Safety Risks for Patients

photo pile of caution signs


Although medical care helps us get and/or stay healthy, there are safety risks for patients that we should all know about. And many of these risks are related to technology. As we all know, technology is great when it works, but it can be a nightmare when things go wrong. As frustrating as this is with our personal technology devices, it pales in comparison to the dangers of misused or malfunctioning health technology devices.

This post is the last post in the series covering the ECRI recent report for 2020: Top 10 Health Technology Hazards. ECRI aims to help health care facilities improve safety issues relating to medical devices and systems. But it’s helpful that consumers of health care understand these risks as well.

Read the other posts in this series: Read part 1 here and part 2 here.

Here are the final safety risks for patients from ECRI’s report:

7. Cybersecurity risks for at-home monitoring devices.

photo anonymous computer hacker - safety risks for patientsAn increasing number of patients use at-home monitoring equipment that electronically sends information to their doctors. These remote patient monitoring devices enable a continuous stream of real-time health data and extend the reach of doctors. Common data collected and sent includes vital signs, weight, blood pressure and heart rate. And diabetics use devices to monitor glucose levels. These devices help doctors and other clinicians identify deteriorating health issues at early stages, reducing the risk of hospitalizations.

What’s the risk?

Any time information flows between devices, there is a risk of cybersecurity. Like any other kind of networked medical device, protecting these at-home monitors from cyber threats is essential. Potential dangers include an interruption of data flow, as well as a change or degradation of the device’s performance. Since accurate, timely data on a patient’s condition is important for diagnosis and treatment, these threats can impact patient health. Additionally, there is a risk that personal, protected health information can be stolen and possibly shared.

What’s the challenge?

Although instances of cybersecurity issues regularly appear in the news, the cybersecurity of remote patient monitoring carries its own set of challenges. According to the ECRI report, the challenges include:

  • These devices usually rely on the patient’s home network, which the clinician doesn’t control.
  • Troubleshooting and installing updates is difficult since the equipment is in a patient’s home, limiting physical access to the device.
  • Patient compliance with the proper use of a device may be difficult, especially if the patient cannot proficiently use the device or if he/she has unwarranted fears about cybersecurity risks.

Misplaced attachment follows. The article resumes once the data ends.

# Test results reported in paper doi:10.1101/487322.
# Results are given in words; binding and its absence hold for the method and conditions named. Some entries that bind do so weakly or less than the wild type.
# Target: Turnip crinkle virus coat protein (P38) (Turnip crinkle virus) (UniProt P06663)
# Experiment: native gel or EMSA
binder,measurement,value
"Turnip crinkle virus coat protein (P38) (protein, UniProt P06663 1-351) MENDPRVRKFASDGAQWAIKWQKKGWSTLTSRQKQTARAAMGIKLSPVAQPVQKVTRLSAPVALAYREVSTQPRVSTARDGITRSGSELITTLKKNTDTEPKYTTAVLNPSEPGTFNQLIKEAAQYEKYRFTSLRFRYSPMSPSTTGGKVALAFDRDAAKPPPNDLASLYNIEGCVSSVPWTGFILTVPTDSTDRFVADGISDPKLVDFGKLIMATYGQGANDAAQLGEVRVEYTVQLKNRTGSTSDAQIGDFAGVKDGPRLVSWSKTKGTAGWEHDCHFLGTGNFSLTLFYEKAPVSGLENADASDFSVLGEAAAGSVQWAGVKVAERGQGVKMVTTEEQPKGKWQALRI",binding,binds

How can providers reduce the risk?

First of all, health care providers must develop cybersecurity policies and practices to address this issue. ECRI recommends providers assess system security of devices when deciding which devices to use. Additionally, providers should address cybersecurity concerns when devices are given to patients – both at the patient’s home and on the provider’s network.

What can you do?

If you use a remote patient monitoring device, I suggest you consider the following:

  • Ask your doctor about cybersecurity threats and how this might impact the use of the device.
  • Ask you doctor how you can know if a device isn’t properly sending data.
  • Follow instructions for the device carefully, including those related to cybersecurity.
  • If you have any concerns or questions while using a device, speak up!
  • Learn what symptoms would require a call or visit to the doctor. Under what circumstances should you go to the emergency department?
Learn more…

For information on other dangers related to medical devices, read my post: How Safe are Medical Devices?

8. Harm from MRI scans due to missing information about patient implants.

photo MRI machine - safety risks for patientsMany patients have implanted devices, such as pacemakers, artificial hips, insulin pumps and dental implants. The strong magnets of an MRI can cause an implanted device to heat up, move or malfunction, potentially leading to patient harm. To protect patients, MRI staff must know about implanted devices and follow steps for safe MRI screening prescribed by the manufacturer of the implant. But MRI staff don’t always know about a patient’s implant(s) and that can be dangerous.

Why is this information hard for MRI staff to get?

Because electronic health records (EHRs) are not standardized, providers can enter specific information about a patient’s implant in a variety of places within a patient’s EHR. The lack of a consistent record keeping protocol makes it difficult for MRI staff to determine the type and location of any implants. And sometimes this information isn’t recorded anywhere!